This project has explored a lot about the importance of scientific artwork. What better way to conclude it than to demonstrate how scientific artwork is made!
My subject was the skull of a coyote from my own little natural history collection. With a bit of research, I was able to determine that it is particular one of the plains subspecies. A pencil sketch was drawn up from careful measurements of the specimen.
A skull isn’t very interesting color-wise, so a black and white image is a sensible way to represent one. And since drawing in ink is one of my favorite ways to create, that is the format I chose for this project. Using a technique called pointillism (or stippling), value was built up in a series of small dots. I personally prefer to start by highlighting the darkest spots, then ‘bouncing’ around to different areas, ensuring that the overall piece is cohesive and consistent. This surely takes a lot of patience, but I think it is also rather calming. All was done with an archival-quality Micron pen from Pigma (0.3mm size).
The final draft was scanned into a computer program where descriptive text was added.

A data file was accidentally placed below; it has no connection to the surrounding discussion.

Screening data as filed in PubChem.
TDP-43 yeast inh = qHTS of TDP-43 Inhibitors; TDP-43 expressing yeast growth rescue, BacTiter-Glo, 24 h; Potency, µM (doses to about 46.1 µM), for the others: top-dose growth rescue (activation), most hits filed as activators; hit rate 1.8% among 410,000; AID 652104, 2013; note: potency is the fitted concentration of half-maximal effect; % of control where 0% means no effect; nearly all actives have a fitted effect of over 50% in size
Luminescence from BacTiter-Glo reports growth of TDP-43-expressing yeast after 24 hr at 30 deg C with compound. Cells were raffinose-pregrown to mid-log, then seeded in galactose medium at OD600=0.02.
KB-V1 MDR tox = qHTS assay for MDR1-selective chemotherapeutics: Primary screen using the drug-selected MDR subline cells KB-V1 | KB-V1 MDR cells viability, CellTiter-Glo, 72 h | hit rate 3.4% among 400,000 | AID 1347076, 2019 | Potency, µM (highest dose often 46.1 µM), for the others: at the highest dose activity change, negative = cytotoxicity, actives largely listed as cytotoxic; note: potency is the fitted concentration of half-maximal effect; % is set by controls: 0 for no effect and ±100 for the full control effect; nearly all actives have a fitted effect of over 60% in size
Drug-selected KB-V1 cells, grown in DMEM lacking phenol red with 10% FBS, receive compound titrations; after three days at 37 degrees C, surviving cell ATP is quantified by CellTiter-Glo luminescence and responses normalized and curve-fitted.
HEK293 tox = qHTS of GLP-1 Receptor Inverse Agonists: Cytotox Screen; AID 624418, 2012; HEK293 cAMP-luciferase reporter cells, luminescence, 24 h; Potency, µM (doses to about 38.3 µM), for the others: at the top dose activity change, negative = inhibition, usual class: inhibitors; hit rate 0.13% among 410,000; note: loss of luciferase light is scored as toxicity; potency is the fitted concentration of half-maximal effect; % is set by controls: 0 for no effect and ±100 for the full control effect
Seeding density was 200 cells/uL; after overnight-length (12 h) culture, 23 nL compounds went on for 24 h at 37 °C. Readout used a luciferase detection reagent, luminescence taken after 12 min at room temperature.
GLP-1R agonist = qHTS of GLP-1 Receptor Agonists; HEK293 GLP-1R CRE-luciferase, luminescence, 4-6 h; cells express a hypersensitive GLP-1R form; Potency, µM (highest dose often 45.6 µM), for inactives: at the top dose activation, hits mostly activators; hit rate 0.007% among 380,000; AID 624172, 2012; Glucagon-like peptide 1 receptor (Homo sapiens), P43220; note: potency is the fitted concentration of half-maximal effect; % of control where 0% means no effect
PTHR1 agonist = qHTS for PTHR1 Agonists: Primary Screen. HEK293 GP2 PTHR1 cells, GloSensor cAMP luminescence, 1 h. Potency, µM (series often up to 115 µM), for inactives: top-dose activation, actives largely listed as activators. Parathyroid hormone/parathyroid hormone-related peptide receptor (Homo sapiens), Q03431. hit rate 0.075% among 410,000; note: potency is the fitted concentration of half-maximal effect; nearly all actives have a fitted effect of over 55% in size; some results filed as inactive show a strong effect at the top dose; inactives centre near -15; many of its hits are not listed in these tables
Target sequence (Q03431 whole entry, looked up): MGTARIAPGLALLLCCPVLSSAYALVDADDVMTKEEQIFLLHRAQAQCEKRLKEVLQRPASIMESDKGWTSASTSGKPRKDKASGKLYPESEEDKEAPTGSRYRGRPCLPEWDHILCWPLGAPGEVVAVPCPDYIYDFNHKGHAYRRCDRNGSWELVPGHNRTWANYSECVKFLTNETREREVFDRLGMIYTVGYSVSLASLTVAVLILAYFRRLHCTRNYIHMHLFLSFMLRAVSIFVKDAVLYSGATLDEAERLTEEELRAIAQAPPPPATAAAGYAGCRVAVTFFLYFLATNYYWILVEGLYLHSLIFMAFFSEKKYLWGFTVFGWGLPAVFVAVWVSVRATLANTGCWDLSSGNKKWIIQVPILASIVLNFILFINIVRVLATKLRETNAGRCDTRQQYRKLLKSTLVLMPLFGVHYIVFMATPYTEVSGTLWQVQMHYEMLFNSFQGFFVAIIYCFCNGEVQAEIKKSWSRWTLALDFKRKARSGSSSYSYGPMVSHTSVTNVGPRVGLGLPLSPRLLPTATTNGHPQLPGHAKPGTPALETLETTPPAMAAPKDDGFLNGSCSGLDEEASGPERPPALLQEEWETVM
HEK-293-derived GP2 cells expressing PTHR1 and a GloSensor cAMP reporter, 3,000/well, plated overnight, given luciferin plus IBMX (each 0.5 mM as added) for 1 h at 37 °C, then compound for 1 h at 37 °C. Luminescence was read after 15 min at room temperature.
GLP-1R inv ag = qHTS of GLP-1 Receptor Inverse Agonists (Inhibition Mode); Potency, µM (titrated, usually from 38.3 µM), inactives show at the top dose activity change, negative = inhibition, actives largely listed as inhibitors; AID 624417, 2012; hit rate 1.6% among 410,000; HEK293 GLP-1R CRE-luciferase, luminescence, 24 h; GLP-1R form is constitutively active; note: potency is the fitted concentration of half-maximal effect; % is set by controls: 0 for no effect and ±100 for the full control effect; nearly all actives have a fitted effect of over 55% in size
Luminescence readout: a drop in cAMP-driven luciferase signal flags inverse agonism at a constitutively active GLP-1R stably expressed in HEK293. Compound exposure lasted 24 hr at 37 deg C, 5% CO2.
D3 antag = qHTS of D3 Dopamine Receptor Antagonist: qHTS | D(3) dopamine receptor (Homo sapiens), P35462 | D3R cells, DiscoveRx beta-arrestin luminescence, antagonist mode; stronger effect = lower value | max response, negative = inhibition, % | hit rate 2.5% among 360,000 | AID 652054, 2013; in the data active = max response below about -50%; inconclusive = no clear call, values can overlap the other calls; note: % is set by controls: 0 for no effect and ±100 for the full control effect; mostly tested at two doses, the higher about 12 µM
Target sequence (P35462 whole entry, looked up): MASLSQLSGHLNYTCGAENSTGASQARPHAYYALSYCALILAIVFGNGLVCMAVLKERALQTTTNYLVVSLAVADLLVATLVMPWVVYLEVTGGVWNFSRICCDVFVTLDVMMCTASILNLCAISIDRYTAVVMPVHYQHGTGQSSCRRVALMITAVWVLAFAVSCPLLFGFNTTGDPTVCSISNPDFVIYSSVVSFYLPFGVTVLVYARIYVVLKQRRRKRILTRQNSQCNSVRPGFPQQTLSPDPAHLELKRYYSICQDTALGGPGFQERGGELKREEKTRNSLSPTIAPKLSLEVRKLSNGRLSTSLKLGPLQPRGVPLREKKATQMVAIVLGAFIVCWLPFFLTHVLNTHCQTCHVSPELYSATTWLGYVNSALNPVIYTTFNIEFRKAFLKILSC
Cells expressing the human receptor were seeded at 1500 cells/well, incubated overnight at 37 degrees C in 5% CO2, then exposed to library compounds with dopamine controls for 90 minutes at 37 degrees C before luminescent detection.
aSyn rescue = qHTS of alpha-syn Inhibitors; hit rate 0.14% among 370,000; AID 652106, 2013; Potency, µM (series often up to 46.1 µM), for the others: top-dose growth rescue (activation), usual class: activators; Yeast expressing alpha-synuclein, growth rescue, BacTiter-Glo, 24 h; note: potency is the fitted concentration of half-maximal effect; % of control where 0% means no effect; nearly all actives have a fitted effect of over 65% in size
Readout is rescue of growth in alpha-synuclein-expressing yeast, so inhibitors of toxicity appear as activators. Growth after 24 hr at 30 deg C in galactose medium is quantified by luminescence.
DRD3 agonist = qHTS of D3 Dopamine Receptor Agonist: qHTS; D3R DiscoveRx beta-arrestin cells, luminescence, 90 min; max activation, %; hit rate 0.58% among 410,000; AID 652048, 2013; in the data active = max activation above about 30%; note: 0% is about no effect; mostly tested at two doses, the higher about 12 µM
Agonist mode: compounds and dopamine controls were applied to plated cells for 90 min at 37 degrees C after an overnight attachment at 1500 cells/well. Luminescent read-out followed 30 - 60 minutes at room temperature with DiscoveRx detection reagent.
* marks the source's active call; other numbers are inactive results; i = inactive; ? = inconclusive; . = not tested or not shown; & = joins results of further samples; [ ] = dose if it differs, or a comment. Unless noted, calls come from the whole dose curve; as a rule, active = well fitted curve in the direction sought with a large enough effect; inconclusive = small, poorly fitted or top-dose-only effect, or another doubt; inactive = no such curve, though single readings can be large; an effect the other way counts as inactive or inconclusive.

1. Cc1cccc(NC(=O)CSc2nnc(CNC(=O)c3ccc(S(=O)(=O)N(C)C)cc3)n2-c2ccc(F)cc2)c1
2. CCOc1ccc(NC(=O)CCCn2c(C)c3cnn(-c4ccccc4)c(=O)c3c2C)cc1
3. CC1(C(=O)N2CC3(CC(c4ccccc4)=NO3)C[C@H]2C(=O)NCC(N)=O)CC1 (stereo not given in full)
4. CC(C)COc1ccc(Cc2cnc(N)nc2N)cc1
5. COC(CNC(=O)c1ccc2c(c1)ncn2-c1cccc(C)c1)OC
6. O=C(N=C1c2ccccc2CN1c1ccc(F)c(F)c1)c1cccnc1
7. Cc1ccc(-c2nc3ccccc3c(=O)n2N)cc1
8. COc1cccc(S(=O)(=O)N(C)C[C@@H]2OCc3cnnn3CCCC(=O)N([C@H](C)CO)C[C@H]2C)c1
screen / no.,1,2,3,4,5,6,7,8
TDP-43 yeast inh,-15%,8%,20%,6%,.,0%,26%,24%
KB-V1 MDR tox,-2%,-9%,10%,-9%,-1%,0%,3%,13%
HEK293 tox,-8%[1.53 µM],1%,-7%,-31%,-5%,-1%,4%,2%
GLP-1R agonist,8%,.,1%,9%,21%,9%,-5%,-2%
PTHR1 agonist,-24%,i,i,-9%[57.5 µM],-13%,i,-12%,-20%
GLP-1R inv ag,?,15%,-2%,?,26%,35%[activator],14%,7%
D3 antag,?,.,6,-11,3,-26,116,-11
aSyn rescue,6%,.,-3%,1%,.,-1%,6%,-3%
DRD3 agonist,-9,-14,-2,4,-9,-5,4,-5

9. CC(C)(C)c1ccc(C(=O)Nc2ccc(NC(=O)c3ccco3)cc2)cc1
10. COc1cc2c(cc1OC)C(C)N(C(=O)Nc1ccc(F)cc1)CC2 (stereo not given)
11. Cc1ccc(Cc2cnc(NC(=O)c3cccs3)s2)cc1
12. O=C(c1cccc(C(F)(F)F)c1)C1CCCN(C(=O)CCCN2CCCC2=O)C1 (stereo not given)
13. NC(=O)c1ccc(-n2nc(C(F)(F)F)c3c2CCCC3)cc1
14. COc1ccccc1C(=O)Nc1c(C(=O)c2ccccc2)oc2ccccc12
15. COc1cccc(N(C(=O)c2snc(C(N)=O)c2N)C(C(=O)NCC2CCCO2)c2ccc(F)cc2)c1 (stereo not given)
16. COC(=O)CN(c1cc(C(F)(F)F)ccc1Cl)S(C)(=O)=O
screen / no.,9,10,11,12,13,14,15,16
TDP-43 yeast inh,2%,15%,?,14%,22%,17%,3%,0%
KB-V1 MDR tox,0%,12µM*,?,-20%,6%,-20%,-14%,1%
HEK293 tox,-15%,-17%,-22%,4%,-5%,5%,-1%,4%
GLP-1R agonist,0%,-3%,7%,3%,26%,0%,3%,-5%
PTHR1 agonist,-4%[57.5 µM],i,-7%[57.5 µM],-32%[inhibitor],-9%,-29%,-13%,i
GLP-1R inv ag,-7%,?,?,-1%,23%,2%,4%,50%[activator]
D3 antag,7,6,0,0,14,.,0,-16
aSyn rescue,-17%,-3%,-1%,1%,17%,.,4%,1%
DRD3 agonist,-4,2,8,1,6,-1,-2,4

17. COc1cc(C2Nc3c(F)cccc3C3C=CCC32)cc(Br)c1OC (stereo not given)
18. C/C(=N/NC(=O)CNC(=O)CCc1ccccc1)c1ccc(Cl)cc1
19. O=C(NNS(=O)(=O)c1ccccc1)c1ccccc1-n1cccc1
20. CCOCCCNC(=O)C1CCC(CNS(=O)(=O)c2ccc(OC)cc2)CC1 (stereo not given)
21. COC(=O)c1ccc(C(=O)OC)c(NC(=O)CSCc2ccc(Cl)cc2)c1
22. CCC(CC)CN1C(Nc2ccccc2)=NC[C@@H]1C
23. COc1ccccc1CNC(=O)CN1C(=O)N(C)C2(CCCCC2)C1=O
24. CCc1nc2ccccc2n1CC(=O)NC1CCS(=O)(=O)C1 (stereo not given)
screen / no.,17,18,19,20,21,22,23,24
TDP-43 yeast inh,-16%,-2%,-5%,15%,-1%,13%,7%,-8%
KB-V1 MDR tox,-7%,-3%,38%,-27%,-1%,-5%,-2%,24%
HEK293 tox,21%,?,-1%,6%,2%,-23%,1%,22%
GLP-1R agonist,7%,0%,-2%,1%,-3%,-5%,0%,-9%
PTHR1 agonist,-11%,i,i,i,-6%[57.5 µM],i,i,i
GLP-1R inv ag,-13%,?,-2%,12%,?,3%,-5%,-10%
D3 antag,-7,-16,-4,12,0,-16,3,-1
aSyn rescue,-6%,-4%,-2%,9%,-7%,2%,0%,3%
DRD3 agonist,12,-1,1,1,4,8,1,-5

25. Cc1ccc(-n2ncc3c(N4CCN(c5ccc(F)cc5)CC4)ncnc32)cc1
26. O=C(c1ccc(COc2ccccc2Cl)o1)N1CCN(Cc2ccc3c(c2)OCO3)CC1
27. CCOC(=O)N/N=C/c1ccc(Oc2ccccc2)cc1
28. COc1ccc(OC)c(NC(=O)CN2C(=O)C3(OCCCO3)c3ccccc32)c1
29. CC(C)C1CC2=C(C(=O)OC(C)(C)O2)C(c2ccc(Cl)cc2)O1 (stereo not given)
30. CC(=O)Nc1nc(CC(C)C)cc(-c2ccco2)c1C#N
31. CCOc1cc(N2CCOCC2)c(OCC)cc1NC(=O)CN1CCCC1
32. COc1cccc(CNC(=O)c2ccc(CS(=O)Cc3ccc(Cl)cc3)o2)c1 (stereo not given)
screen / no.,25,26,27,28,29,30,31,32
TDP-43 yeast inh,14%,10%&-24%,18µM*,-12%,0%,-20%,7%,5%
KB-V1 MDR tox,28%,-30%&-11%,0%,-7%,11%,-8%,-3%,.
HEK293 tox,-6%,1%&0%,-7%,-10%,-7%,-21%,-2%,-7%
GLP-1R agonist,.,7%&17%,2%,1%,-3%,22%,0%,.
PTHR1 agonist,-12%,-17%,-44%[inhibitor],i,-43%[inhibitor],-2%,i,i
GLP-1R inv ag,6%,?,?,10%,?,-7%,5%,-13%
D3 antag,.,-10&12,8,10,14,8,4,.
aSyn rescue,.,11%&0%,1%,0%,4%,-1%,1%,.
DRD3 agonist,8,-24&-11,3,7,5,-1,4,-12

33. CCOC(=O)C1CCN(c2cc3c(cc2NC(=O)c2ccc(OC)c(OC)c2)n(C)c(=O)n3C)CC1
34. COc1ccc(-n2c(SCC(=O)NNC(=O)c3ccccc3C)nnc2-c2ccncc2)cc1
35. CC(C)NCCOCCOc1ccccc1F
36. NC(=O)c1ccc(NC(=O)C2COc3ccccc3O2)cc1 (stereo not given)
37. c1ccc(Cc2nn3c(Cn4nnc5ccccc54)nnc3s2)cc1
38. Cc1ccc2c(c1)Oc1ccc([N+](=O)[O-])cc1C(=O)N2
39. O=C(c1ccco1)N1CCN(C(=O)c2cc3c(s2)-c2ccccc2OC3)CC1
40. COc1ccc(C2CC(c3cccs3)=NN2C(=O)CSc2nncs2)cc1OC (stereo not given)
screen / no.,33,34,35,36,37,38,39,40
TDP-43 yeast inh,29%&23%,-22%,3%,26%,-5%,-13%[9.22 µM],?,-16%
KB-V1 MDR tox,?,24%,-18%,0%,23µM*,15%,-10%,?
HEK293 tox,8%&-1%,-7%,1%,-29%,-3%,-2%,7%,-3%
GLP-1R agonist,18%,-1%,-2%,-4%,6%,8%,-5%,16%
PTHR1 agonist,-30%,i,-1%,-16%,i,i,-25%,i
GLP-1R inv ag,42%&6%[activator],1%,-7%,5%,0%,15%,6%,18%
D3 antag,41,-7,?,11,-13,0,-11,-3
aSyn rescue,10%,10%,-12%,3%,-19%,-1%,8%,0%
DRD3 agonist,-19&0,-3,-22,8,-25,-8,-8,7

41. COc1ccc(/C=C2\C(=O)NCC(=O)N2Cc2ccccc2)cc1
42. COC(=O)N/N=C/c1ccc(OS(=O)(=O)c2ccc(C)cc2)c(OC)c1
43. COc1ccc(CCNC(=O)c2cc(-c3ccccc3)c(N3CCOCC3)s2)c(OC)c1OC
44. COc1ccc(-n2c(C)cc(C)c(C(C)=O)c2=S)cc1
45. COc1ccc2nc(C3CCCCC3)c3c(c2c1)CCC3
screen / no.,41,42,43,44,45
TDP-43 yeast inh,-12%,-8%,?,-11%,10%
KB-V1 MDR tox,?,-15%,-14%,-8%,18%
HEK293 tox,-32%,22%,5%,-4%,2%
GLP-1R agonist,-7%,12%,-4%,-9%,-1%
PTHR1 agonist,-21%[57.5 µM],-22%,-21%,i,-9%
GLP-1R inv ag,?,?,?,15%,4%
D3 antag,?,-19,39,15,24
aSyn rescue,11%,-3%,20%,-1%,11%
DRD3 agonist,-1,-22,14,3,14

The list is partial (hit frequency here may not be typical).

Now to share it with the world!
The large work-in-progress ink image above, along with a finished version of the drawing, were posted to Twitter during an event called a ‘Tweet Storm’. A Tweet Storm is a designated span of time in which people actively contribute content to a certain subject/hashtag. This one just happened to be the 3rd annual #SciArt storm (March 1-7). The event was organized by Symbiartic– an artist-run Scientific Art blog.
This was a fantastic opportunity to not only share my own work, but to view the works of others and connect with some amazing artists and associations. It was really rewarding, and I plan to continue posting on Twitter, even now that the Tweet Storm is over.
I hope you’ve enjoyed this project and learned a lot! 🌿🎨
(Psst-You can check out more of my finished drawings here!)
All work-in-progress images © Emily Thorpe.